A lot will be said in the coming days and weeks about Tom Brady’s seven Super Bowl titles, his three MVP awards, and the long list of records that he’s shattered over the course of an illustrious career spanning three decades. He’s the only player to ever win a Super Bowl for both the AFC and the NFC, the only one to win a Super Bowl MVP with two different teams, and he orchestrated the greatest comeback and only overtime victory in Super Bowl history. There will be plenty of time to dissect all of Brady’s honors, awards, and achievements, but I want to speak to the inspiration that Brady’s indomitable spirit has provided me personally.
Tom Brady’s Legacy
A decade ago, I wasn’t the huge fan of Brady, or even of football, that I am now. Back in 2010, I had just graduated college, and I joined my first ever fantasy football league with some of my fraternity brothers in an effort to keep in touch as we went our separate ways to start our careers. Among my draft picks that year was a rookie tight end named Rob Gronkowski. His on-field dominance and entertaining antics off the field, including his “Yo soy fiesta” interview with ESPN Deportes, drew me to start watching and reading more about him and by association, the New England Patriots, despite having grown up in Chicago.
As I read more about the Patriots, I inevitably consumed more stories and content about Brady as well. In doing so, I learned about his two years as a backup at Michigan before getting a chance to start as well as the former 199th overall pick’s humble beginnings as a backup in New England. I discovered how he capitalized on his opportunity to start and never looked back, overcoming numerous obstacles during his meteoric rise. Brady’s long journey to NFL relevance and eventually stardom reminded me of my own struggles as well as those of my parents.
My father seized an opportunity to immigrate to the United States in his thirties with a meager fifty dollars in his pocket. A former university professor in China, he worked as a restaurant delivery driver in America to earn a living and put himself through college. After a year, he finally scrounged up enough money to bring my mother and me, then only 18 months old, to the United States. Once he graduated and started working full-time, my mother also began attending college while working as a waitress and a nanny on the side, all while raising me. Growing up, I never fully appreciated my parents’ journey but always admired their work ethic, and Brady’s path similarly inspired me again in adulthood.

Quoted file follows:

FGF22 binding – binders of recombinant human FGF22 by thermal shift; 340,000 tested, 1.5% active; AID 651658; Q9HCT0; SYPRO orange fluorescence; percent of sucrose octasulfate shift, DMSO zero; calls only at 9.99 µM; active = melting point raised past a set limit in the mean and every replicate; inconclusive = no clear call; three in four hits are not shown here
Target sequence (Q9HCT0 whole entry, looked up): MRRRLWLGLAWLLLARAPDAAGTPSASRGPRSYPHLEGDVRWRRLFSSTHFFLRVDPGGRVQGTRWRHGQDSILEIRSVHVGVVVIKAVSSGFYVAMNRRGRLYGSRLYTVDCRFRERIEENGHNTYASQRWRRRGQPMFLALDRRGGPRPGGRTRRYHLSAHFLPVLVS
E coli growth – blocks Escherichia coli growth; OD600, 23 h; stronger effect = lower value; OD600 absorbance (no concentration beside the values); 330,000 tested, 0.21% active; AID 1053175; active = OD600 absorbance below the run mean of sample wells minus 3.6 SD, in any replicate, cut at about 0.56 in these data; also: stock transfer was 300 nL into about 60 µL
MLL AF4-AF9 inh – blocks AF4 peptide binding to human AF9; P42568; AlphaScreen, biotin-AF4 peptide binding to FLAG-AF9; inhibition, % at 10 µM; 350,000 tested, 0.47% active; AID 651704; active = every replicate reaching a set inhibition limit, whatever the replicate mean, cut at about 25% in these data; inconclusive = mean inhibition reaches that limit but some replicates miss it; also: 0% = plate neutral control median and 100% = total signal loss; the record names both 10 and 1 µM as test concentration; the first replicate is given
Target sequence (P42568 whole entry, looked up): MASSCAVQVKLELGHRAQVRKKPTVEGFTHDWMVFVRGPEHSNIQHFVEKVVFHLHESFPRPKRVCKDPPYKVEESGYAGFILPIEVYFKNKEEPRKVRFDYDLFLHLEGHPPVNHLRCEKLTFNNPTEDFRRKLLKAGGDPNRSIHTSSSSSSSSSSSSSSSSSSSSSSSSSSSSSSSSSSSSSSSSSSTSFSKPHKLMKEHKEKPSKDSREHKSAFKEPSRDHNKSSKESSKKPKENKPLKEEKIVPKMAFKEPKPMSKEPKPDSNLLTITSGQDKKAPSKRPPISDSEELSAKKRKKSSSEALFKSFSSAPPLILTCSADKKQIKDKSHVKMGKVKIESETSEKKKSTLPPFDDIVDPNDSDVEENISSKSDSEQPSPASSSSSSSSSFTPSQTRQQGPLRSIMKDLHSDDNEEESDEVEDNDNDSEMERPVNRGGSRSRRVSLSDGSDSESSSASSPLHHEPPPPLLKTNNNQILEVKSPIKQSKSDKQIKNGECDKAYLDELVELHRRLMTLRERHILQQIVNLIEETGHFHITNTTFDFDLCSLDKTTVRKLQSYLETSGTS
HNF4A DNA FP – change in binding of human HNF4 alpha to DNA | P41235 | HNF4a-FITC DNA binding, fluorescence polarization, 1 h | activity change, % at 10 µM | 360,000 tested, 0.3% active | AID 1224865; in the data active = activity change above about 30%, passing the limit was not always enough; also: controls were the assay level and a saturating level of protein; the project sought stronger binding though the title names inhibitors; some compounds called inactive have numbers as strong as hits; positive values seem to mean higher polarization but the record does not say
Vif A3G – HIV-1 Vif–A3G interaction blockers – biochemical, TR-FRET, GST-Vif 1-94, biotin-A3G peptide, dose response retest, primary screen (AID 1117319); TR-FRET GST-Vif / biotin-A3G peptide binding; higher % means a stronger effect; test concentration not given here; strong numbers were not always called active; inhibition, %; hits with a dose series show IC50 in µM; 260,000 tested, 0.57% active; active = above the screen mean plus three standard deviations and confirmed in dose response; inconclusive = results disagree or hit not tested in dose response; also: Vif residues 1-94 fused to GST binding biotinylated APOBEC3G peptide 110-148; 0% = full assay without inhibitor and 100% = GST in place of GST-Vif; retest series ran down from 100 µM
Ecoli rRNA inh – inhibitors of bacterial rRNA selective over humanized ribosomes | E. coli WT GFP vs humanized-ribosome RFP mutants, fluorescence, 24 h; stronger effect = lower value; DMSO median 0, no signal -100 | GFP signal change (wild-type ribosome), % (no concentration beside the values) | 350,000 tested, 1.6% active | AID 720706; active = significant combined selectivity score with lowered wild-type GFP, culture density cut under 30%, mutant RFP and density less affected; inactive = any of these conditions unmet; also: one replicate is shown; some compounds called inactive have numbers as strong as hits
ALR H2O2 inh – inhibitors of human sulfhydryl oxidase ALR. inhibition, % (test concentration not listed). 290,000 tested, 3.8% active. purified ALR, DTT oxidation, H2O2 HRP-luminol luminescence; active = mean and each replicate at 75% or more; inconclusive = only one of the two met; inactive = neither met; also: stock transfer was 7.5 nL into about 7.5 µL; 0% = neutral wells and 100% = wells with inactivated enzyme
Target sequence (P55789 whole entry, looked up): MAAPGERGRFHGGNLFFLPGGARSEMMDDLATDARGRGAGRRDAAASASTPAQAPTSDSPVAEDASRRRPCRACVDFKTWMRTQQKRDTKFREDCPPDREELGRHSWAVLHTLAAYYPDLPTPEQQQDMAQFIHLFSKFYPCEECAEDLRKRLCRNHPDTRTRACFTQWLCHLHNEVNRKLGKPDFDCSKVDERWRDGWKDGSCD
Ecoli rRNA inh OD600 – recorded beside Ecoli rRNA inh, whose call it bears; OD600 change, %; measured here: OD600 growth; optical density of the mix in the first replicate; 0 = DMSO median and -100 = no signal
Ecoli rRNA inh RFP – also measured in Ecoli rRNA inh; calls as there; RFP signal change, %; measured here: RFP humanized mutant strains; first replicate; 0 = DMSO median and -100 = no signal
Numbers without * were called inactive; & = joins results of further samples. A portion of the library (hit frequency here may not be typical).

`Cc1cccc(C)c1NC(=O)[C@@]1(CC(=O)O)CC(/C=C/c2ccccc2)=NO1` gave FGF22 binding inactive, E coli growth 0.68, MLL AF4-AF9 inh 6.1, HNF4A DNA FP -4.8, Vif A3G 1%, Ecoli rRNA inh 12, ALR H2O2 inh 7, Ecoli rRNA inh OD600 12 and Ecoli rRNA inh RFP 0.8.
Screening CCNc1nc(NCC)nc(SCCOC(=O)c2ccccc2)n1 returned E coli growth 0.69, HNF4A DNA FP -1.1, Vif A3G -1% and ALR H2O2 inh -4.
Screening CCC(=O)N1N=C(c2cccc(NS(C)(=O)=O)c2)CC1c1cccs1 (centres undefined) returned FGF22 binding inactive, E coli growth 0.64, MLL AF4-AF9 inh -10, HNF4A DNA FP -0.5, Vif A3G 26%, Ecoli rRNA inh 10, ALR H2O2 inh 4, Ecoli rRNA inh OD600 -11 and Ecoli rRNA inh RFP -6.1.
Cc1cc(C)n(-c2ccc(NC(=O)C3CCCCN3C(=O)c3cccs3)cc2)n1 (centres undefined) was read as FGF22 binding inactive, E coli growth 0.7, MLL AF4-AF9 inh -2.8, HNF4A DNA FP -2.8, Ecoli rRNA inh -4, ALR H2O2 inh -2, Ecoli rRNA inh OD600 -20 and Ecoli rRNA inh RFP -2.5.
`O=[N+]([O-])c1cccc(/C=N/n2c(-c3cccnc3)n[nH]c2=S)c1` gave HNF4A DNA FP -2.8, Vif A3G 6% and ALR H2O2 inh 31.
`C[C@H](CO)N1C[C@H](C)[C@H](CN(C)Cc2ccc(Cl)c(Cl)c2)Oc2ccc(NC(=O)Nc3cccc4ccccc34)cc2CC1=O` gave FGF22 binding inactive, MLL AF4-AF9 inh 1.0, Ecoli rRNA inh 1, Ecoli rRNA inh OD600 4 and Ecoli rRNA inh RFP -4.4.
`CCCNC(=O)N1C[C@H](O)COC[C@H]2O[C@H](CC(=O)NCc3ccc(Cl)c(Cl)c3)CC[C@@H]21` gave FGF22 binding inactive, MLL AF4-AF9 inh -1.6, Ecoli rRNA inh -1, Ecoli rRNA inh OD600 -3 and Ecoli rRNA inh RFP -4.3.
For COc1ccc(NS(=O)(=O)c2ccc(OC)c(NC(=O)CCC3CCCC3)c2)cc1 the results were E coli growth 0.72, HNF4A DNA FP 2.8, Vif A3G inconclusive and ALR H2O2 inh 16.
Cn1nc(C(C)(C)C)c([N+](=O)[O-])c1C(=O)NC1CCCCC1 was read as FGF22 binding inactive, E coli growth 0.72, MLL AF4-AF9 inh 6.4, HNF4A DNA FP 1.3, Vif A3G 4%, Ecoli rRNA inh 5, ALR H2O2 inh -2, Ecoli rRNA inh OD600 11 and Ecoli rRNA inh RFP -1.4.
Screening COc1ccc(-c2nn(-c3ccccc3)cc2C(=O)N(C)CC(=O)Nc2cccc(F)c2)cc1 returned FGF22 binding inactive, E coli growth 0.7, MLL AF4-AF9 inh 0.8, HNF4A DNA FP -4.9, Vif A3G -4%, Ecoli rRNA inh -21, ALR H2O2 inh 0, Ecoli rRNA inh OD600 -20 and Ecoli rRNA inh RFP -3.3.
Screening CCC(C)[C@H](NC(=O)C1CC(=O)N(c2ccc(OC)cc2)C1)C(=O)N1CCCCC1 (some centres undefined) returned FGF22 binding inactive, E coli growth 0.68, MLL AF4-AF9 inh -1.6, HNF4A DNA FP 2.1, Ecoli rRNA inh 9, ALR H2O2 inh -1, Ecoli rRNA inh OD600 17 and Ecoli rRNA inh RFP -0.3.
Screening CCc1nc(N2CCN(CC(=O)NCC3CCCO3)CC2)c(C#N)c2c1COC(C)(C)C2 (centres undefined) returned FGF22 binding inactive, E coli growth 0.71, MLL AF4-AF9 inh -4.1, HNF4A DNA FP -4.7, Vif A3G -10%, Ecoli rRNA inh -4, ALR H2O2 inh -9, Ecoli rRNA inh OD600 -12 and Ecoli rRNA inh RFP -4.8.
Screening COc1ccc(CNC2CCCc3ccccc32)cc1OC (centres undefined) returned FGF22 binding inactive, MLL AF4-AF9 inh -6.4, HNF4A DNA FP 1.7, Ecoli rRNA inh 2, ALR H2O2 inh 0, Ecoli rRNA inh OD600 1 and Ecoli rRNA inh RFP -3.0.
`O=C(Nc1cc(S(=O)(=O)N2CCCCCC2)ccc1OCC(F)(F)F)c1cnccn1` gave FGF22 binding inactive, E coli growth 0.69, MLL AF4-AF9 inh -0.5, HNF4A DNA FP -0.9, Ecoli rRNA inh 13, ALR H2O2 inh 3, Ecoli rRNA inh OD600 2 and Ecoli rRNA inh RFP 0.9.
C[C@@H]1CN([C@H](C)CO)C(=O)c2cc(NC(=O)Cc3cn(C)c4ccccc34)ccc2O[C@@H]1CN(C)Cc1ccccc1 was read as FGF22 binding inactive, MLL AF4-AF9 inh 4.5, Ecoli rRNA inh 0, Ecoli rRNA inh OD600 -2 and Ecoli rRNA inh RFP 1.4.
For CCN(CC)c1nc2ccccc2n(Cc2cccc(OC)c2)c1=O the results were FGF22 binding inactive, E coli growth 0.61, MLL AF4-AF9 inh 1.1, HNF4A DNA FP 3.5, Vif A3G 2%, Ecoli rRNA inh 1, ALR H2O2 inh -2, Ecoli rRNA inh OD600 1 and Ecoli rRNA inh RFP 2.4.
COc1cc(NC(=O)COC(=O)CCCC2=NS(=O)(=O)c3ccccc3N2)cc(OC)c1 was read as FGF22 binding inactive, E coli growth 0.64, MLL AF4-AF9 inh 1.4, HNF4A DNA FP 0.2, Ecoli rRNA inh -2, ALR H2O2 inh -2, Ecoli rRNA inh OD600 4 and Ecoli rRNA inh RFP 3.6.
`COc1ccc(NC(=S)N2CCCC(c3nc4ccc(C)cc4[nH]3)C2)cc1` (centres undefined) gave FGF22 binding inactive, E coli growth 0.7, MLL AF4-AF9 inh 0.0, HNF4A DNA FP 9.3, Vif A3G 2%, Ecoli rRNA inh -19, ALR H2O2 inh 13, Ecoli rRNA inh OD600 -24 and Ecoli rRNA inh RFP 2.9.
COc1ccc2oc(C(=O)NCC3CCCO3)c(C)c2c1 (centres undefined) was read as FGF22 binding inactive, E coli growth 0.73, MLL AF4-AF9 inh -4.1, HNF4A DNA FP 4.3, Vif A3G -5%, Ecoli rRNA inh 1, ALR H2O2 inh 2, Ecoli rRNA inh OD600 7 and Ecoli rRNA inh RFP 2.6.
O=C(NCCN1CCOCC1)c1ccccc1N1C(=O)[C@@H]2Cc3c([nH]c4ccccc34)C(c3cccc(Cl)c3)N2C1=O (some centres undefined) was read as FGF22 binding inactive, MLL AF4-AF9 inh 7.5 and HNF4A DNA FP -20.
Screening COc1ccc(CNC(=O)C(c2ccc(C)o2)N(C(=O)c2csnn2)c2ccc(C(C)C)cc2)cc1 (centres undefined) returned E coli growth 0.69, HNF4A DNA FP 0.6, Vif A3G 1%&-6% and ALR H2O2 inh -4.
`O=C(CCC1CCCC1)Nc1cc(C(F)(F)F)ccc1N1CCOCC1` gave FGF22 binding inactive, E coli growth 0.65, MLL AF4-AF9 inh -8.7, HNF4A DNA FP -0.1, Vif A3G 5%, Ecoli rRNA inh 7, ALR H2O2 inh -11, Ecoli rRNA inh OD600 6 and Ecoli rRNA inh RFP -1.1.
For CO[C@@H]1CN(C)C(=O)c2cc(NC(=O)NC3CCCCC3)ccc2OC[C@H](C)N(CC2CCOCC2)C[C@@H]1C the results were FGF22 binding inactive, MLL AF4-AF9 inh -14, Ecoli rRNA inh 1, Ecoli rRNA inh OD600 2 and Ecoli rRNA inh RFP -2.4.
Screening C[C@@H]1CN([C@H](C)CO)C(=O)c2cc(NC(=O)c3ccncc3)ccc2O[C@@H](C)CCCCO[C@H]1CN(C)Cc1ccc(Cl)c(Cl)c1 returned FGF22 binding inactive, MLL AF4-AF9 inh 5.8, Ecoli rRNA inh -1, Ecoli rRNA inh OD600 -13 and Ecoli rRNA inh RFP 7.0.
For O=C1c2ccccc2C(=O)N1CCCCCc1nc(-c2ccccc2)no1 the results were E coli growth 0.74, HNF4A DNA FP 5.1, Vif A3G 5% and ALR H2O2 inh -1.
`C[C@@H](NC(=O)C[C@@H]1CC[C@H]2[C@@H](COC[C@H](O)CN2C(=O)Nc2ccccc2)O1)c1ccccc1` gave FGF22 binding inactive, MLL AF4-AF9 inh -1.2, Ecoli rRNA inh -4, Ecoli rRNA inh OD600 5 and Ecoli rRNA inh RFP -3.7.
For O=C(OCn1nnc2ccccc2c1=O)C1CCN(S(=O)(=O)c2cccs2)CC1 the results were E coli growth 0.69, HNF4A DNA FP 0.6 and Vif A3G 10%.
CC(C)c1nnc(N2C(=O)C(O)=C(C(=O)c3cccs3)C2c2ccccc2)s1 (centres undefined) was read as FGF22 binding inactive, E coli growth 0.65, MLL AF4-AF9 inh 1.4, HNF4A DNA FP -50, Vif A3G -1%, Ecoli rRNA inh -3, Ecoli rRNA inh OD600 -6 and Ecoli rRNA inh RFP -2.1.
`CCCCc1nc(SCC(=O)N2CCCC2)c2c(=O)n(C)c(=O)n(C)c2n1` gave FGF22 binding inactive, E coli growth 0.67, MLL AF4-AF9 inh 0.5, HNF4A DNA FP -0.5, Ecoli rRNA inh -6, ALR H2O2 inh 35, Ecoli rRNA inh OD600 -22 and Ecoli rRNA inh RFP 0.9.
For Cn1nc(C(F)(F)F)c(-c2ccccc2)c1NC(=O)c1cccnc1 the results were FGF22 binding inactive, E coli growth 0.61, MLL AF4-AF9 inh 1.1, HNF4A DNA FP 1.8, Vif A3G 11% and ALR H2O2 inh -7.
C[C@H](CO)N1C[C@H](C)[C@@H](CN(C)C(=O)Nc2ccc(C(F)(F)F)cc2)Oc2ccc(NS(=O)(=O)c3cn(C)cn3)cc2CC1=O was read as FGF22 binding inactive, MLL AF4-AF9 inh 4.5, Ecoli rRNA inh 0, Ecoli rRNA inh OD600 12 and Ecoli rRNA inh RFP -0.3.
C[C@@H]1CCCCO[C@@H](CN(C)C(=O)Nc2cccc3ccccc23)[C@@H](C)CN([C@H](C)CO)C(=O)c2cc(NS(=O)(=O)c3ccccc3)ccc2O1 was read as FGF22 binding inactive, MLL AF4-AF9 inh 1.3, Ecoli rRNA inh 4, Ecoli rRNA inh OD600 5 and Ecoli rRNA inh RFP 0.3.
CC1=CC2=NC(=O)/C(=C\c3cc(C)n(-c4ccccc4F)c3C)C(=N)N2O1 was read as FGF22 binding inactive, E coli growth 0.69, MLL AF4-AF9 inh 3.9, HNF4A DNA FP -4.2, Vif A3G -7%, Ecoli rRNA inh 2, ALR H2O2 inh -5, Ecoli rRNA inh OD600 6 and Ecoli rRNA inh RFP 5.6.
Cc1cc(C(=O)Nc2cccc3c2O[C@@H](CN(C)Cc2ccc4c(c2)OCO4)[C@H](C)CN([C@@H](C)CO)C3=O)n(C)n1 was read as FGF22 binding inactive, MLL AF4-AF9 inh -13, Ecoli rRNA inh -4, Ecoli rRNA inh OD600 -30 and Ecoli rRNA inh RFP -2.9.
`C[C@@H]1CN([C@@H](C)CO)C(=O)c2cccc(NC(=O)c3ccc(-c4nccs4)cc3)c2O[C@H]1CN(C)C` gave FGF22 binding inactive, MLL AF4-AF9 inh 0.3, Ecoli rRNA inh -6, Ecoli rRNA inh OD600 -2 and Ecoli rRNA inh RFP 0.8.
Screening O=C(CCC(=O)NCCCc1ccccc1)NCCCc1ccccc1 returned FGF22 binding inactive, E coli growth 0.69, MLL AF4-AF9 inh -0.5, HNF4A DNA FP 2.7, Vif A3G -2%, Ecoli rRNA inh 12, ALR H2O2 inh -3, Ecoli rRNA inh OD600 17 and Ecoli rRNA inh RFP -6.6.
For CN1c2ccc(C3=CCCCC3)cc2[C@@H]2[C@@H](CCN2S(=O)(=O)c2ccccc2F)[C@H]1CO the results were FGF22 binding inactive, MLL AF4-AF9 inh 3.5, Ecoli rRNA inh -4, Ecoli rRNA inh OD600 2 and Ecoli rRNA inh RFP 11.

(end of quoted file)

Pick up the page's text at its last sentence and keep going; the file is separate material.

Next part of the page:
Friends and acquaintances alike have accused me in the past of being a bandwagon fan, and I have always given the same reply. As a child, I didn’t watch many Bears games or football games in general, so I wasn’t an avid NFL fan in the early 2000s during the first leg of the Patriots’ dynasty. And while I’ll always support and root for the Bears as a Chicagoan, I developed more emotional ties to the Patriots through Gronkowski and eventually Brady beginning in 2011, six years removed from their last Super Bowl win at that point. Yes, the Patriots were perennial contenders, but it would be another four years before the second leg of the dynasty began with their next Super Bowl win over the Seahawks in 2015, which became a turning point in my life.
In 2014, I had just started a new job in finance after taking a year off to explore writing as a career. It was a challenging re-acclimation, and on top of that, I was struggling through a couple of messy breakups at the same time. I felt exhausted, both physically and mentally, and my emotional burdens led to struggles with anxiety as well as significant weight gain. This continued through the end of 2014 and into the new year. Super Bowl XLIX in February of 2015 was a wake-up call for me.
I had felt mild disappointment when the Bears had lost to the Colts in Super Bowl XLI back in 2007, but it didn’t really leave an impact. As a newly-minted fan of Brady and the Patriots, Super Bowl XLIX against Seattle was the first Super Bowl in which I was truly emotionally invested. I felt my stomach churn with New England trailing for much of the second half, and despite having taken the lead with just over two minutes left, it seemed all but inevitable for Seattle to come back after Jermaine Kearse’s incredible catch and Marshawn Lynch’s run setting them up at the one-yard line. Instead, as we now know, Malcolm Butler shocked the world with a game-sealing interception.
In the days and weeks following that game, it was revealed that the Patriots had practiced for that exact scenario of the Seahawks’ pick play near the goal line. The “miraculous” interception was really a byproduct of a well-prepared New England team that executed when needed. Brady’s persevering performance in the second half along with Butler’s last-minute interception inspired me not to despair in my own life, but rather to make the preparations I needed to in order to succeed. I began working out in earnest to lose weight, and I made a concerted effort to start looking for a new job where I felt more fulfilled.
I became a bigger fan of Bill Belichick, Gronkowski, and of course, Brady, after that game. Following Super Bowl XLIX, Brady also revealed in an interview that his favorite book was The Four Agreements, by Don Miguel Rivera, which I then proceeded to purchase and read. My weathered copy now sits prominently on my bookshelf, and I’ve recommended and gifted the book to quite a few friends over the years. In the book, the author refers to four codes of conduct to follow in life: